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“Homecoming,” Reviewed: Julia Roberts in the Heavy Weather of a Late-Capitalist Dystopia

“Homecoming,” Reviewed: Julia Roberts in the Heavy Weather of a Late-Capitalist Dystopia
03 Nov
3:14

Season 1 of “Homecoming” (Amazon) supplies two fine roles to Julia Roberts—or, rather, one superb role, that of the disappointed American hero Heidi Bergman, on two time lines. In the first, a conspiracy thriller, the younger Heidi wakes to the realization that she has enabled an act of soul-stealing governmental corruption. In the second, a paranoid noir, the older Heidi makes an amnesiac inquiry into her past.

In the very near future, Heidi is a depressed waitress at a dockside greasy spoon in her backwater home town. She lives with her mother; on the upside, her mother is played by Sissy Spacek. On this time line, with the show’s director, Sam Esmail, unspooling action in a squarish aspect ratio and deploying striking closeups with FaceTime intimacy, Roberts wears a knot of numb worry in her brow, as if her third eye had been forcibly extracted. There’s a hole in her memory, and one day a Defense Department investigator rolls into the restaurant while pursuing an anonymous complaint. The investigator, played by Shea Whigham, is a cubicle-bred bureaucrat questing after nobility; he picks up a yellow highlighter as if it were a knightly lancet.

On the other time line, in our 2018, Heidi is an overworked functionary at a consumer-goods corporation with a sideline contracting mental-health solutions to the perpetual-war effort. It’s as if Procter & Gamble were up to stuff that would make Blackwater shudder. On this track, Esmail’s frame is wider, and it accommodates dystopian views of a place called Homecoming, a “transitional support center” for U.S. Army veterans traumatized in battle. The facility, based in an otherwise desolate office park in Tampa, resembles a collaboration between Marriott International Inc. and the people who brought you “Black Mirror.”

“Homecoming” is adapted from a fiction podcast (by Eli Horowitz and Micah Bloomberg), and Esmail builds out its radio-play essence with a dizzying physicality. The scenes of a glass-box corporate headquarters inhabited by Heidi’s distant boss, Colin Belfast (Bobby Cannavale), are shot to emphasize the queasy curves of spiral staircases and the trippy slashes of windowpane reflections. Everywhere is a visual echo to suit a fishbowl tone of paranoia, with the friskiness of Jacques Tati slicing up architectural space in “Playtime” and with an economic elegance of style all its own. Sometimes, when Colin is on the phone with Heidi, we see the two—the boss who has bullied and toadied his way to the executive ranks, and the harried underling whose swift professional advance owes to the fact that she’s being used—in split screen, in a long-distance dance of power combining physical comedy and Hitchcockian dread.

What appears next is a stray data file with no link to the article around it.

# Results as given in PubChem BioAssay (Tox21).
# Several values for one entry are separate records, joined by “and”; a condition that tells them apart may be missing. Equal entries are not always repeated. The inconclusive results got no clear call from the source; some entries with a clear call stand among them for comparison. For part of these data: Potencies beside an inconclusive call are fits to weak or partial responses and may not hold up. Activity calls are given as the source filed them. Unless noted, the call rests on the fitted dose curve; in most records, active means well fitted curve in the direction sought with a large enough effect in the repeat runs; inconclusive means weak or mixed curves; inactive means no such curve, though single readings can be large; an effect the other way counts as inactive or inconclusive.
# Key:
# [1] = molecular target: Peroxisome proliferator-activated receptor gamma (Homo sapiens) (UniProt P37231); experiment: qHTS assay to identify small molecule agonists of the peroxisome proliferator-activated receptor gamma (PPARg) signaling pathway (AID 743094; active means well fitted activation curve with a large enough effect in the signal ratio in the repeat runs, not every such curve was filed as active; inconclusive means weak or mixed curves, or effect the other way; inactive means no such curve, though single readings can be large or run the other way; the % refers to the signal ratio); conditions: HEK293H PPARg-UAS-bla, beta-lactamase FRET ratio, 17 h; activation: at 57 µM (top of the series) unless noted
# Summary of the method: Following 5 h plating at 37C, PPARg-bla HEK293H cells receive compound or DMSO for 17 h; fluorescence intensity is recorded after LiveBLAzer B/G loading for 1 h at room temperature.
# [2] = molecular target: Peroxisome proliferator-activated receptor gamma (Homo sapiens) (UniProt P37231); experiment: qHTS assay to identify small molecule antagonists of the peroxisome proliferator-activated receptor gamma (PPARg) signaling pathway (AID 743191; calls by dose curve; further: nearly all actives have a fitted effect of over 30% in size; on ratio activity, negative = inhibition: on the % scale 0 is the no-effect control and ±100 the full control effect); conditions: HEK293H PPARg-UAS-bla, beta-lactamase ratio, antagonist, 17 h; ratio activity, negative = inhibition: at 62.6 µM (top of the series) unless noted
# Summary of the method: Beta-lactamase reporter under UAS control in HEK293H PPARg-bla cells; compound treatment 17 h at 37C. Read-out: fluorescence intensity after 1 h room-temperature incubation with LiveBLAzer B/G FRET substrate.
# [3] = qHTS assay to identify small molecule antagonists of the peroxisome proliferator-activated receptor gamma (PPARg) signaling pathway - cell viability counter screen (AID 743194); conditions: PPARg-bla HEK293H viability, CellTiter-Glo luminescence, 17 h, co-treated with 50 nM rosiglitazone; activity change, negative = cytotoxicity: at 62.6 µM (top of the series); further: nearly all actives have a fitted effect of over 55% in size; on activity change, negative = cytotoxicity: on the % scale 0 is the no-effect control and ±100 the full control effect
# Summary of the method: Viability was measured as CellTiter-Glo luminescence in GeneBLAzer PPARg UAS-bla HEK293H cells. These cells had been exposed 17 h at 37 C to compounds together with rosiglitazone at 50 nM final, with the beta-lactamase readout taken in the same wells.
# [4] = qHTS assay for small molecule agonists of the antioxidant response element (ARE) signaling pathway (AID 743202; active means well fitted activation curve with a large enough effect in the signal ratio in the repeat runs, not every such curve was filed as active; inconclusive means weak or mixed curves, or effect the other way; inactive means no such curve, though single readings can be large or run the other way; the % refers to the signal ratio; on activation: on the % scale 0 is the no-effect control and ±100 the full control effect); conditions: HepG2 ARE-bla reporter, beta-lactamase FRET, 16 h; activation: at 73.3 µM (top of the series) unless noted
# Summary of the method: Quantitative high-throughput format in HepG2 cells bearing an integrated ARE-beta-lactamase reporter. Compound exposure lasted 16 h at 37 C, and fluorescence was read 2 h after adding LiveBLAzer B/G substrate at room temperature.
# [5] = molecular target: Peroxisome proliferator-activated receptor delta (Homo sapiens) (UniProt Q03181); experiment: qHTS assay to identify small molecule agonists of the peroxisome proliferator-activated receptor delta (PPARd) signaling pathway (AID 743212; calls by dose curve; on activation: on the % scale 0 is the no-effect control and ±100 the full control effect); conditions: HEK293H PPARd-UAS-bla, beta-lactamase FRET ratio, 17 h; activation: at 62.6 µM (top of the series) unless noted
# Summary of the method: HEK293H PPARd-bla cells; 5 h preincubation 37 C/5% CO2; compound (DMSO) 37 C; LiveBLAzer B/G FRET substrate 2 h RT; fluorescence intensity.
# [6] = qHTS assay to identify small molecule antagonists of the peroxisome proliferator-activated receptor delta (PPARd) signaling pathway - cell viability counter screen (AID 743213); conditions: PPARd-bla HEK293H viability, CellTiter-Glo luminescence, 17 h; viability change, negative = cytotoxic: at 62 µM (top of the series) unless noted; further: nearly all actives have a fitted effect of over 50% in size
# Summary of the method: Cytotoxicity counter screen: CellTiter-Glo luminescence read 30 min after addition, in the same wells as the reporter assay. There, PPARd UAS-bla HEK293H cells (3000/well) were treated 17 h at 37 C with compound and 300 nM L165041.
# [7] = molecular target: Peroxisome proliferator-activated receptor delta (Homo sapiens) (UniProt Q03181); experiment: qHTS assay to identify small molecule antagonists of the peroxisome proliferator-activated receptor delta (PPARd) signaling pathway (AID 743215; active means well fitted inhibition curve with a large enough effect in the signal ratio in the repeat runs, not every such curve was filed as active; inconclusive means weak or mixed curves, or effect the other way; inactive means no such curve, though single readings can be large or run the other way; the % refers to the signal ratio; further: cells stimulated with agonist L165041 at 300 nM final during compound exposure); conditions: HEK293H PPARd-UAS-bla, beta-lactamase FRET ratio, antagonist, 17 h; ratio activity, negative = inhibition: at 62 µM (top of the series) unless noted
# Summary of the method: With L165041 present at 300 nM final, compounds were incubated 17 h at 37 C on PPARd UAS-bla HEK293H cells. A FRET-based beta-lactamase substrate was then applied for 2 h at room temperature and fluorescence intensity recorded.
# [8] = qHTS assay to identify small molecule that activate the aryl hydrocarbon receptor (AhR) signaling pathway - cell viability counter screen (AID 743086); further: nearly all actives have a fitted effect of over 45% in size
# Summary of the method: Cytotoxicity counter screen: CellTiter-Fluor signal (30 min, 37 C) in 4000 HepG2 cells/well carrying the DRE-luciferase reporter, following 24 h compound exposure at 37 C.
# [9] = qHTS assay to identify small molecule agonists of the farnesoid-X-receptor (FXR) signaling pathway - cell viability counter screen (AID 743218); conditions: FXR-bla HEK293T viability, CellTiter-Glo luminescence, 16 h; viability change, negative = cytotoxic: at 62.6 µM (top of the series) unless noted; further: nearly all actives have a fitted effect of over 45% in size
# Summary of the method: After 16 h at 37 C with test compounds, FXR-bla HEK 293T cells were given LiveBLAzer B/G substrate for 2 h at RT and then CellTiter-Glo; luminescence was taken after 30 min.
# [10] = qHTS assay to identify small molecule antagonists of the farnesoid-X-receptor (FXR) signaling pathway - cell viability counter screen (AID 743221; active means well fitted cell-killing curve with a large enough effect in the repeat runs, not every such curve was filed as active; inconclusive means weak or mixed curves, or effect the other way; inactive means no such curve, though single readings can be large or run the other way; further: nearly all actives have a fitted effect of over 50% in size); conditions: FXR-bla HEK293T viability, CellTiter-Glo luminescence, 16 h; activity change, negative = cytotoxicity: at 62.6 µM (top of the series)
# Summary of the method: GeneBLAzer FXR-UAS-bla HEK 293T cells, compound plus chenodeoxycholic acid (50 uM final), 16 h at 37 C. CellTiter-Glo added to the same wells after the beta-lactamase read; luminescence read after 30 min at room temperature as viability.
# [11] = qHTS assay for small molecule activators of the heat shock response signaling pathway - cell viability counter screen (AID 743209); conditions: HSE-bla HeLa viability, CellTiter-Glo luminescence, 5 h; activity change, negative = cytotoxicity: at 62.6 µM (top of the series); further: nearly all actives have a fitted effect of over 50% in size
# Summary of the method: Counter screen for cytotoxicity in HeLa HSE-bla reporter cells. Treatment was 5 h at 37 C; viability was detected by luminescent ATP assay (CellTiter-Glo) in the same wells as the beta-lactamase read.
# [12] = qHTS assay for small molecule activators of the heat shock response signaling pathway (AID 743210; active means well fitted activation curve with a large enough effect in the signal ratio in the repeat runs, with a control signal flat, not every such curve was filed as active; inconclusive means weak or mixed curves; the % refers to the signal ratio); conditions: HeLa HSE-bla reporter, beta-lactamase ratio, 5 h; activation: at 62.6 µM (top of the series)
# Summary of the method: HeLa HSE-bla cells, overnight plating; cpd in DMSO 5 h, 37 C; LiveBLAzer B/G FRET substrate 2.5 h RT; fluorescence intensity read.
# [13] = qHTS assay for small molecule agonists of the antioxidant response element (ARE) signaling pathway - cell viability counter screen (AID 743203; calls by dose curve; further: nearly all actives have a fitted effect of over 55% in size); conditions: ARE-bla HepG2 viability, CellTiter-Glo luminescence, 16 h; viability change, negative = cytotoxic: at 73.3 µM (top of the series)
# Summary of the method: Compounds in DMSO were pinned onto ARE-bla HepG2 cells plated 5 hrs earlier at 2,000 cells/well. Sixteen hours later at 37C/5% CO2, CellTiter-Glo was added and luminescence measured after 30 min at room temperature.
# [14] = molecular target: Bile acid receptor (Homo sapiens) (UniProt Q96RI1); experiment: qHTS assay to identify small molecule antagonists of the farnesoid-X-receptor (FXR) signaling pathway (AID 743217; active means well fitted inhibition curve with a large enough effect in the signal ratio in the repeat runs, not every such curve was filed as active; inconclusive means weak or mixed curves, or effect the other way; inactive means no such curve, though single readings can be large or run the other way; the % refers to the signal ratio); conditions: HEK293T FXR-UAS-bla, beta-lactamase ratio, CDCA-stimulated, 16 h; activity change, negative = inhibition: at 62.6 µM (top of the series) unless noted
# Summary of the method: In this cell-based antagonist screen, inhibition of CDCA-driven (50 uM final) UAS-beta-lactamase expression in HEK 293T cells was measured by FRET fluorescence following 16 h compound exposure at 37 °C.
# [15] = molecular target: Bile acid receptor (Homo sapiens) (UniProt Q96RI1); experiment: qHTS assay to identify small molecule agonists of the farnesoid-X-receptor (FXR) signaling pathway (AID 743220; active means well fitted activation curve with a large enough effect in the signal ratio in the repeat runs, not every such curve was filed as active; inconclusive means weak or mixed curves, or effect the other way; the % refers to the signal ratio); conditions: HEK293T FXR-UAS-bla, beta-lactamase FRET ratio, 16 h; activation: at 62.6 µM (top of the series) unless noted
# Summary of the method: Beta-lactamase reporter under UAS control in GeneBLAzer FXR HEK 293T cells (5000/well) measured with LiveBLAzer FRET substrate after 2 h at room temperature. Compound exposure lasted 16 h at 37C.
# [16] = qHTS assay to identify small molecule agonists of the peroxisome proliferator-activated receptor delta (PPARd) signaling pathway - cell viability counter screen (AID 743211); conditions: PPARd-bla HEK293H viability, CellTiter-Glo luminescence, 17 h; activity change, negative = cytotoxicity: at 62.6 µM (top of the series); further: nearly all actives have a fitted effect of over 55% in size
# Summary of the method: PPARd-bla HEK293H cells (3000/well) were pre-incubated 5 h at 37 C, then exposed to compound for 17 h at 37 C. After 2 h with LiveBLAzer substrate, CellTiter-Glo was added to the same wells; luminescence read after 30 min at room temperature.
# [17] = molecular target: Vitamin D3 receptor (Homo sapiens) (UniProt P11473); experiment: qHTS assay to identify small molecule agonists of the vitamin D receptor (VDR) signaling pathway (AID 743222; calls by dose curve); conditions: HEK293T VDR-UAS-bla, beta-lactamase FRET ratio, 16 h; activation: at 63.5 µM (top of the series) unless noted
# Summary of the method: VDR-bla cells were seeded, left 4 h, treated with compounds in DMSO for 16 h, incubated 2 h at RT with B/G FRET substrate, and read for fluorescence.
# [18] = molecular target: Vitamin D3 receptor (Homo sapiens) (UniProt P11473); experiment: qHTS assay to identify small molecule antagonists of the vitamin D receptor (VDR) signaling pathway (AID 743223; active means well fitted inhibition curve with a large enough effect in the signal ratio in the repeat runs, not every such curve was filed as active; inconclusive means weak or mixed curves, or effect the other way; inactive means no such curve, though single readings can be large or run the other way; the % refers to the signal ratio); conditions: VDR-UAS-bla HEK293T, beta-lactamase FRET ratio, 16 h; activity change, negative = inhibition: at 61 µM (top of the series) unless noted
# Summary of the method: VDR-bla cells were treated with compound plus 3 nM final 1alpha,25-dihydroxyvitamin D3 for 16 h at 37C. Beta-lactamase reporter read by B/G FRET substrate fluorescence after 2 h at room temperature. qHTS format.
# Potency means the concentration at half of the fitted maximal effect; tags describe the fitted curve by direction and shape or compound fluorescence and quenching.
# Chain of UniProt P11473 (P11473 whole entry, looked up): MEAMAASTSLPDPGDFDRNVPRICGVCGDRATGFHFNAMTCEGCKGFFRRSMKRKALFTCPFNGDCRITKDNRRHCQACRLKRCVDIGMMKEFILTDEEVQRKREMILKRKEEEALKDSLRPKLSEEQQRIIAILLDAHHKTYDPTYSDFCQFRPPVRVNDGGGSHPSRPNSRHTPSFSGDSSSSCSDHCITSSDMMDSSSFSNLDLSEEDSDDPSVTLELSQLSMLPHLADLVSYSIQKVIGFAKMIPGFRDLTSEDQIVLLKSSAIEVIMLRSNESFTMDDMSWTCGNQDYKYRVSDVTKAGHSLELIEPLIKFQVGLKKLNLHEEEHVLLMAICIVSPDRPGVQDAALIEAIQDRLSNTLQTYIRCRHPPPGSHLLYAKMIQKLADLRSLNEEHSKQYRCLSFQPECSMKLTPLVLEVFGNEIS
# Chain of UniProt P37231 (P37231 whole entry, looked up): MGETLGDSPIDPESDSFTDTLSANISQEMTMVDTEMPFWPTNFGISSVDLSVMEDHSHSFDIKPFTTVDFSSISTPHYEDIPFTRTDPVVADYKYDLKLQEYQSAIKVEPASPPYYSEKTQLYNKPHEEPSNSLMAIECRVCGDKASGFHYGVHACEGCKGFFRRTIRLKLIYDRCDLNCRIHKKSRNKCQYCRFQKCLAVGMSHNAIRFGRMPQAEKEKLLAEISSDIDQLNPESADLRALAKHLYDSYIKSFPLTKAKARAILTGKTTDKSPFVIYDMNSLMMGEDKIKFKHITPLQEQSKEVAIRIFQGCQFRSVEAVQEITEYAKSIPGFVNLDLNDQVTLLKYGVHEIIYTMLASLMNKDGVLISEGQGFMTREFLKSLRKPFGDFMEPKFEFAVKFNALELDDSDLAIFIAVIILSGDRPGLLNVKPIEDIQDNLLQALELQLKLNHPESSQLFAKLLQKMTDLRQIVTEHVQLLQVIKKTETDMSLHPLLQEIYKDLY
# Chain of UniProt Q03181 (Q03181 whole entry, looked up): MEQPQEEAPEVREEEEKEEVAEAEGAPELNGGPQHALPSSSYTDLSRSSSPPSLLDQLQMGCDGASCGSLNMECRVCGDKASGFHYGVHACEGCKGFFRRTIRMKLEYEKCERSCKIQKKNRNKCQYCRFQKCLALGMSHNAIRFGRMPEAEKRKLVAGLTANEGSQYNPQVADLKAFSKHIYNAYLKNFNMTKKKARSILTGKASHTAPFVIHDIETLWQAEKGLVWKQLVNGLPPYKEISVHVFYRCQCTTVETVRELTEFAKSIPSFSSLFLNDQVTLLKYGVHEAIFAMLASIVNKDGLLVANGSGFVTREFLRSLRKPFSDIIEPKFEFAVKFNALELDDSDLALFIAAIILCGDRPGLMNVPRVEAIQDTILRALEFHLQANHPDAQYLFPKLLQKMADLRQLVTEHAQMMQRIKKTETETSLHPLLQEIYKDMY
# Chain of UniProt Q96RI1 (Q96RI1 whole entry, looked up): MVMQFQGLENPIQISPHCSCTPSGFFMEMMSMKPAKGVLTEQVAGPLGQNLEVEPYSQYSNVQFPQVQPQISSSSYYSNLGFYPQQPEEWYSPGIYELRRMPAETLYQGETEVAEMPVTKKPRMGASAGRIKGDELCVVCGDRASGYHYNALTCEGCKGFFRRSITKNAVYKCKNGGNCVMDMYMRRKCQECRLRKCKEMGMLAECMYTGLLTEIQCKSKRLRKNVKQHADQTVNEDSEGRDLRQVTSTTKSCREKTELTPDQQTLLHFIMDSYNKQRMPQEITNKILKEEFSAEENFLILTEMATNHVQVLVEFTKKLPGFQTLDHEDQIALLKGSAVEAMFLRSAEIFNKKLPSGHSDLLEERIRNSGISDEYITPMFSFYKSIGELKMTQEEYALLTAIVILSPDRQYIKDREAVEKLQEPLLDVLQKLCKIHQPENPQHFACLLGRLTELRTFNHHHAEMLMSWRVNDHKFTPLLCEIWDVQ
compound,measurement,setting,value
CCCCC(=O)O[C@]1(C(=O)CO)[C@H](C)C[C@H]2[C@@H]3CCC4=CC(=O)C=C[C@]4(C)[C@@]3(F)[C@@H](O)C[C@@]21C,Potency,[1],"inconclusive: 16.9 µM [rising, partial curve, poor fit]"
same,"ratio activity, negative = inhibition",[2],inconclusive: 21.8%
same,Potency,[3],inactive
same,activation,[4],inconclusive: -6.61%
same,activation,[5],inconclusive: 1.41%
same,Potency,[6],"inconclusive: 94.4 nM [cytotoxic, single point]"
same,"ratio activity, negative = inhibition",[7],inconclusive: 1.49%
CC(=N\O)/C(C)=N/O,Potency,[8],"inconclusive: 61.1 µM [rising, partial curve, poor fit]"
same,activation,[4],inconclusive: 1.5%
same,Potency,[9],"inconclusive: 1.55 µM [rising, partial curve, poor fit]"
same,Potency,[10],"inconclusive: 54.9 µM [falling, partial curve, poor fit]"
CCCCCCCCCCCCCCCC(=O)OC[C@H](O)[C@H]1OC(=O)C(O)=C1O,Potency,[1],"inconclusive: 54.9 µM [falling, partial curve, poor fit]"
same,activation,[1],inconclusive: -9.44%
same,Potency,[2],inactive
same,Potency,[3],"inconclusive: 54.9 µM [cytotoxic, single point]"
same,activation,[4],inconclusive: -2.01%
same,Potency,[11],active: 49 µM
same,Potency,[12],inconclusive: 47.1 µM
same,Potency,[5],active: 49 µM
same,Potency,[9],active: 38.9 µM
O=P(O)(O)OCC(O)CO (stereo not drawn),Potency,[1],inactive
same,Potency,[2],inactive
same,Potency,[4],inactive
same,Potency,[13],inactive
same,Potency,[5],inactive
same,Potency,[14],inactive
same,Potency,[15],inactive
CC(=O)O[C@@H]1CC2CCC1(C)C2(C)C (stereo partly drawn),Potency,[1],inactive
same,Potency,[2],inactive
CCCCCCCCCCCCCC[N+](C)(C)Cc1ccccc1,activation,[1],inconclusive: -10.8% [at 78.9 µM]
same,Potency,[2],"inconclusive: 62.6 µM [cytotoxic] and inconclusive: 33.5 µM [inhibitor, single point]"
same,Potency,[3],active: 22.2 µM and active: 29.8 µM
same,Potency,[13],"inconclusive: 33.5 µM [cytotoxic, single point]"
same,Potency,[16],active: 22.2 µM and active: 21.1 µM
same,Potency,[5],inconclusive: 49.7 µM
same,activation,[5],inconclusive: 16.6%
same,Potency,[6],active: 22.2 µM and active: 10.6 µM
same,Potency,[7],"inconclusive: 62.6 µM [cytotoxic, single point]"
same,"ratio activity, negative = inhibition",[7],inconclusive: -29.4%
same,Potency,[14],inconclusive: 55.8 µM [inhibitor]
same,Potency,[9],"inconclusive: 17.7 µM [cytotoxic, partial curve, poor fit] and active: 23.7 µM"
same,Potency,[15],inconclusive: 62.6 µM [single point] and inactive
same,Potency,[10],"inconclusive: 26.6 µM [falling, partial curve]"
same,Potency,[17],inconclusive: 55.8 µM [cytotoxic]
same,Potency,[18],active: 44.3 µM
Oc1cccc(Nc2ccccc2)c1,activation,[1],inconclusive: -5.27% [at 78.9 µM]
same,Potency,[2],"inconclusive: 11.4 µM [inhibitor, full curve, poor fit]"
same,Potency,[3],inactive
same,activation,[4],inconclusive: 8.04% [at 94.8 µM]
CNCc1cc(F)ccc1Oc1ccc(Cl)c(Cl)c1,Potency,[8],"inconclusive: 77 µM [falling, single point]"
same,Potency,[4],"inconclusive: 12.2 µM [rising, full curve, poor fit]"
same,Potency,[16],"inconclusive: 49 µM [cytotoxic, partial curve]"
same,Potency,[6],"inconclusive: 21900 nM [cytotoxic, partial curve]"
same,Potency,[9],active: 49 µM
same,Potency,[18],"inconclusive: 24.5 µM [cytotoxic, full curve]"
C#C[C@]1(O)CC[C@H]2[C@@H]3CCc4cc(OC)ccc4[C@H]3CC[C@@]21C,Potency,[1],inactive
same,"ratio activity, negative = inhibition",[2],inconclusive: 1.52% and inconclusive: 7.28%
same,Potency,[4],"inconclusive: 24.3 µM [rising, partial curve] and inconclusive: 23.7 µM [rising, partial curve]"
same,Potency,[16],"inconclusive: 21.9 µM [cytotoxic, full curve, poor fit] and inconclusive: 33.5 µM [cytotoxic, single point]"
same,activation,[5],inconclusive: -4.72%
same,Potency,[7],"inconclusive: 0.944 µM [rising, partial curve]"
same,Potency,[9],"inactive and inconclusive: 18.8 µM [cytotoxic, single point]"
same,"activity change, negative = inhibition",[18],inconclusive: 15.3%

When Heidi came on board, she believed that she was relying on her modest experience as a therapist to launch a sort of halfway house offering talk therapy, job training, and group meetings. “Homecoming is a safe space for you to reflect on your service and think about what comes next” is the spiel. But she will come to suspect that these soldiers, young men accustomed to following orders and signing waivers, may be guinea pigs—recipients of a biopharmaceutical treatment for P.T.S.D. that does not distinguish between salving a wound and erasing a self. Are they practicing good mental hygiene or consenting to have their brains washed? Are they willing patients or comfortable prisoners?

Heidi forms a bond with a client named Walter Cruz (Stephan James), who is just back from a tour of duty. He is mourning a fellow-soldier, or trying to, as he blinks his way through an intake interview. (In a later session, when Walter tells a funny anecdote about his dead friend, his story snaps along like a vintage bit of foxhole horseplay.) There are currents of flirtation and an abundant flow of empathy between Heidi and Walter; their affinity doesn’t ring true as a clinical relationship, but it’s persuasive as a vision of a personal connection forged amid the heavy weather of a late-capitalist dystopia. “Homecoming” isn’t really a show about race, but, on the other hand, it necessarily must be as a sincere investigation of this country’s values. Thus, because Walter and his mother (played by Marianne Jean-Baptiste) are black, and because he does not seem free to leave Homecoming at will, there are moments that suggest an allegory of the state seizing his body—a kind of “Get Out 2: Military-Industrial Rendezvous.” Every episode of “Homecoming,” each crisp half-hour installment, is a compact exploitation film, spinning an anxious yarn about systematic abuse.

Source: https://www.newyorker.com/culture/on-television/homecoming-reviewed-julia-roberts-in-the-heavy-weather-of-a-late-capitalist-dystopia

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